As the 19th century reached its end, a vibrant tourism industry gradually emerged around Woodstock. The visitors that arrived had hailed from Montreal or Boston, allured to the region for its tranquil scenery and relative exclusivity. Many were avid outdoor enthusiasts, who yearned to ski, sleigh, or hike the surrounding mountains during the winter months. The biggest attraction was a new ski slope that a local named Wallace Bertram opened at the height of the Gilded Age called “Hill Number Six.” The former captain of the Dartmouth skiing club, Bertram eventually renamed the destination as “Suicide Six.” As such, aspiring hoteliers nearly reconstructed the Eagle Hotel for a sum of $120,000, transforming it into the “Woodstock Inn” in 1892. The newly reborn business quickly attracted a vast majority of those travelers, hosting “riotous” parties that lasted long into the night. One of the figures who was most influential in making Woodstock Inn an attractive destination for winter sporting fanatics was its manager, Arthur Wilder. A devoted skier himself, Wilder spent immensely advertising both the inn and the Town of Woodstock as a premier skiing community. (In order to keep the Woodstock Inn fully booked during the summertime, Wilder also marketed the locale as a haven for golfing). But Wilder was also an accomplished artist, painting a series of murals that brilliantly encapsulated the area’s colonial beginnings.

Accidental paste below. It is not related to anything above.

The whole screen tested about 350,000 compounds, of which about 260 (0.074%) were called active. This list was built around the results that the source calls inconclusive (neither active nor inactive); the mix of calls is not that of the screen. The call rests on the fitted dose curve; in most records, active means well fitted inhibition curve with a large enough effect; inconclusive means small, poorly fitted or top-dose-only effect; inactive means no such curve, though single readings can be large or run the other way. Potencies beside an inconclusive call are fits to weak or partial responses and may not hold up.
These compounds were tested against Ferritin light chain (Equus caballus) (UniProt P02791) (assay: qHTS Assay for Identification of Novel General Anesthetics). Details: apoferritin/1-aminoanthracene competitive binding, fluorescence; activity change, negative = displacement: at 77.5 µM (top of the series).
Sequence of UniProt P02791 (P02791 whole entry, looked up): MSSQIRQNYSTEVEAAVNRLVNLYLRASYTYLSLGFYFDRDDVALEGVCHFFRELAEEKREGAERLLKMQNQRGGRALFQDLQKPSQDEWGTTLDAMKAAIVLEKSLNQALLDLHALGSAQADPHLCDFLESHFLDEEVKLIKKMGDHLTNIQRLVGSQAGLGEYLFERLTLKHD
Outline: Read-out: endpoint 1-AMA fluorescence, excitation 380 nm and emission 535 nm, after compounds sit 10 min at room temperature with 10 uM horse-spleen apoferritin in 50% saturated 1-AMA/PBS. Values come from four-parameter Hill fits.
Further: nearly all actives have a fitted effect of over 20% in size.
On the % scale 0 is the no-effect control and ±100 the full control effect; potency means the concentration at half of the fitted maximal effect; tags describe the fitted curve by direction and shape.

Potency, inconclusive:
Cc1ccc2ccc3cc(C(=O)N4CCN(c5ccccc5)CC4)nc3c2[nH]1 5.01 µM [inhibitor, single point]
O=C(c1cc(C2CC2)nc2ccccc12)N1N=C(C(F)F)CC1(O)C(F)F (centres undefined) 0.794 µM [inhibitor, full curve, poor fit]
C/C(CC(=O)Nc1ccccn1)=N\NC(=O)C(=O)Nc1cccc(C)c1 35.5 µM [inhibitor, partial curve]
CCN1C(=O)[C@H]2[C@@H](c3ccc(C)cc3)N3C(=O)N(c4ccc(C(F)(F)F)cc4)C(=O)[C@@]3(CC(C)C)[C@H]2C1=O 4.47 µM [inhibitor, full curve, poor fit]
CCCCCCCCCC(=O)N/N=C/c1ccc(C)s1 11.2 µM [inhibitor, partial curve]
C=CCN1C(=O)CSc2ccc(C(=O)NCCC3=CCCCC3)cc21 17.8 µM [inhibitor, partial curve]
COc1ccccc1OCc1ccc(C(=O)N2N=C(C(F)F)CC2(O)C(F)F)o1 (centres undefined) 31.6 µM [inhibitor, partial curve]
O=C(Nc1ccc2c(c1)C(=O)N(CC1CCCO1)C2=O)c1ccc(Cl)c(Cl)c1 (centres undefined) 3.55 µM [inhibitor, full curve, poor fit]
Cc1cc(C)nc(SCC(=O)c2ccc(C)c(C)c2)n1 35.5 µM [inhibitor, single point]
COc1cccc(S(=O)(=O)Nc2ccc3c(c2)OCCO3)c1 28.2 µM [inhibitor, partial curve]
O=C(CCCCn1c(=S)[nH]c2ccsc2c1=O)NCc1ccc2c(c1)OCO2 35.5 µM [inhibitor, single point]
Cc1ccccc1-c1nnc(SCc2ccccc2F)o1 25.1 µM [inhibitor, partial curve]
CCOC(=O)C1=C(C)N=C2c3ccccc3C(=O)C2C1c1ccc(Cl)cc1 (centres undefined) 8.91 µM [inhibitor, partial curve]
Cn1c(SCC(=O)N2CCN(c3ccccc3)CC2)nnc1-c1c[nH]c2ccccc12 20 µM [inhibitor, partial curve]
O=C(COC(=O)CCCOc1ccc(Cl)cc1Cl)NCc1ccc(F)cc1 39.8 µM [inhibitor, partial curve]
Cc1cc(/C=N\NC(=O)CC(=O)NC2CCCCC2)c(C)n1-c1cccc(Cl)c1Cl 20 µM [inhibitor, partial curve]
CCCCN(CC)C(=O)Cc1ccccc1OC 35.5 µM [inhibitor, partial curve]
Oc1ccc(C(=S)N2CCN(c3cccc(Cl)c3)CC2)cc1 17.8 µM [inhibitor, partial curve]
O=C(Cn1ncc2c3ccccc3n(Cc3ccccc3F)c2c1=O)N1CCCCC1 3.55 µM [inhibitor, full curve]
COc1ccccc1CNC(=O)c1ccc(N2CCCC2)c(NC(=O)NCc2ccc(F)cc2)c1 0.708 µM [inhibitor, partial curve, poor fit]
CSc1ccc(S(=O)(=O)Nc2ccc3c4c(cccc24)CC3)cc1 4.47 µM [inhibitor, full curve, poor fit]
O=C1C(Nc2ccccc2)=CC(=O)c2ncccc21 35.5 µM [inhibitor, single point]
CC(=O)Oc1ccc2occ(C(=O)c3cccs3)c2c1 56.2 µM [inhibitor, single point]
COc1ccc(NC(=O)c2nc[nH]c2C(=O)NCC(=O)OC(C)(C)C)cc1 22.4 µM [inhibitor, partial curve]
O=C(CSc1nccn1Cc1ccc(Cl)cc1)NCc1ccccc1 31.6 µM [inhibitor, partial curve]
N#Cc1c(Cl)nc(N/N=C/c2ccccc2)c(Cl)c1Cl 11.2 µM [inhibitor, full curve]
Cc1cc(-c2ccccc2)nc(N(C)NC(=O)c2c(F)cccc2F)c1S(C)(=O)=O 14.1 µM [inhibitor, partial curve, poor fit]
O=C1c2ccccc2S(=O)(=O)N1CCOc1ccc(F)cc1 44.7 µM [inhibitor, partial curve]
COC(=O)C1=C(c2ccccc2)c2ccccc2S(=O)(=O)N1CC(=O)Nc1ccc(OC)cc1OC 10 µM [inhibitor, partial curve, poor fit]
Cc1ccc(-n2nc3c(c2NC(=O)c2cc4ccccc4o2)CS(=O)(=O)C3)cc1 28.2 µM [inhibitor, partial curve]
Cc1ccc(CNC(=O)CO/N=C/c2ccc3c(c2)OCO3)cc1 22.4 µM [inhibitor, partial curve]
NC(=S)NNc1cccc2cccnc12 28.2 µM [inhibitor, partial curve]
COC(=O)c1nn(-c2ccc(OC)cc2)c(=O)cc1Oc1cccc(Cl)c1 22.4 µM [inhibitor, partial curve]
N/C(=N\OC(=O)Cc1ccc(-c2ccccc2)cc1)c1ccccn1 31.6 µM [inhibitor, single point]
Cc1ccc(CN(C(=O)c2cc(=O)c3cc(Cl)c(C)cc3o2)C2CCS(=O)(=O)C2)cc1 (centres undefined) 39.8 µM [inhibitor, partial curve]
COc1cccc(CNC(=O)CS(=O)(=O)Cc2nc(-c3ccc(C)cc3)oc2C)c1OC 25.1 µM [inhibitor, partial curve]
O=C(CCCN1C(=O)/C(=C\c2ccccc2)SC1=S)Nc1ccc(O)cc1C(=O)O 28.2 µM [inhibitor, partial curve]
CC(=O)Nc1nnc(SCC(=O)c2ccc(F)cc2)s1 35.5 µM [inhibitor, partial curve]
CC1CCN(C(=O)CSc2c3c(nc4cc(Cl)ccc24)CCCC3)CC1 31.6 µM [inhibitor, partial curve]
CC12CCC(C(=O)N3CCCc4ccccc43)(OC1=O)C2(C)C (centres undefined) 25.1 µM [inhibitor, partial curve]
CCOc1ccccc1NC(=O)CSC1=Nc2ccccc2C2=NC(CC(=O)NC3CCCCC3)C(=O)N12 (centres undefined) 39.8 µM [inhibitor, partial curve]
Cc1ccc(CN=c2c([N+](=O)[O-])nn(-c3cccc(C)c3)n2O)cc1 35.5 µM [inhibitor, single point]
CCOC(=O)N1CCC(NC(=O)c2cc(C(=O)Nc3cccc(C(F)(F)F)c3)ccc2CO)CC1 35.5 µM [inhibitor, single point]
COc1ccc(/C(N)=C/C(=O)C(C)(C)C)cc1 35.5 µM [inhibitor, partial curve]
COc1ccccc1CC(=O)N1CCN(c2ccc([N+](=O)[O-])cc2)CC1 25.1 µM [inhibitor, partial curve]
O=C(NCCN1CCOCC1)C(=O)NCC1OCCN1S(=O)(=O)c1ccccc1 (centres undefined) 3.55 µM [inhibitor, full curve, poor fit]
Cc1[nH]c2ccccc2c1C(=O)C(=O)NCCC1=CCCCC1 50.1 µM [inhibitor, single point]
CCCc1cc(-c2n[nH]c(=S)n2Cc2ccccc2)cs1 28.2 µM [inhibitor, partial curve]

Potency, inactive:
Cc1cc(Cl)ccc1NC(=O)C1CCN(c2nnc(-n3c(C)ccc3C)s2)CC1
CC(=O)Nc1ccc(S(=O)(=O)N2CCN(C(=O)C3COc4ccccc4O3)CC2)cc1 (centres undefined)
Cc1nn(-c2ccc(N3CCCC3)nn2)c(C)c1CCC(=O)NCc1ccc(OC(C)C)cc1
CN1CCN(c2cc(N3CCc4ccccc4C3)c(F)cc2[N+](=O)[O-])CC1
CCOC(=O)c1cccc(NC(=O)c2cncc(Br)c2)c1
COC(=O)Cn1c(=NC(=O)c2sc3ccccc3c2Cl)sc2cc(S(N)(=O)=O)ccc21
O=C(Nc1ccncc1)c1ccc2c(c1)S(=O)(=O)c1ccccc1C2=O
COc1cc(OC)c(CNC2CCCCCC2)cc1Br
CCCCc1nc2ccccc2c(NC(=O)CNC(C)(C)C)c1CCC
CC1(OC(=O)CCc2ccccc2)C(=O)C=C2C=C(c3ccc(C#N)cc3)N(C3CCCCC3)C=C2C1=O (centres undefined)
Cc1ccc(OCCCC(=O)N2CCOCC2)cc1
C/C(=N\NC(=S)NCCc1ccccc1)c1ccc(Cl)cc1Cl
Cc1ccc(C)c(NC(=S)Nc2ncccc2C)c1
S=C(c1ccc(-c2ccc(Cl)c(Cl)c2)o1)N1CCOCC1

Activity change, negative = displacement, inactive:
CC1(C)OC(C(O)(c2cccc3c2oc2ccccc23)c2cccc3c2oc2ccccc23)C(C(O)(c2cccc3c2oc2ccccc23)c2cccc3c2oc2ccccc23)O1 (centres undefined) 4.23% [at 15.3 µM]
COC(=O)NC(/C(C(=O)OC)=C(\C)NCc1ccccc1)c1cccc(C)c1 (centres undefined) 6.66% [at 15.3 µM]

Wilder continued managing the Woodstock Inn until 1935, when he ultimately stepped down from the position. After going through another period of fluid ownership, prominent businessperson Laurence Rockefeller and his wife, Mary, purchased the destination in 1967. A scion of the legendary Rockefeller family, Laurence had long been passionate toward historical preservation and conservation. Around a decade before he acquired the Woodstock Inn, Rockefeller wanted to create a brand of eco-friendly resorts that would help preserve the geography within which they resided. Rockefeller subsequently named the company “RockResorts,” which soon was managing such locations like Caneel Bay in the U.S. Virgin Islands, The Lodge at Koele in Hawaii, and the Grand Teton Lodge in Wyoming. Rockefeller was first approached about buying the Woodstock Inn by its then-current general manager, David Beach. Beach was aware that the millionaire had recently purchased Suicide Six, and was curious to know if he would help restore the aging inn. Rockefeller jumped at the occasion. Through RockResorts, Laurence and Mary Rockefeller spent $600,000 fully renovating the location into a beautiful historic resort. When the location finally opened a year later, the community embraced it with open arms.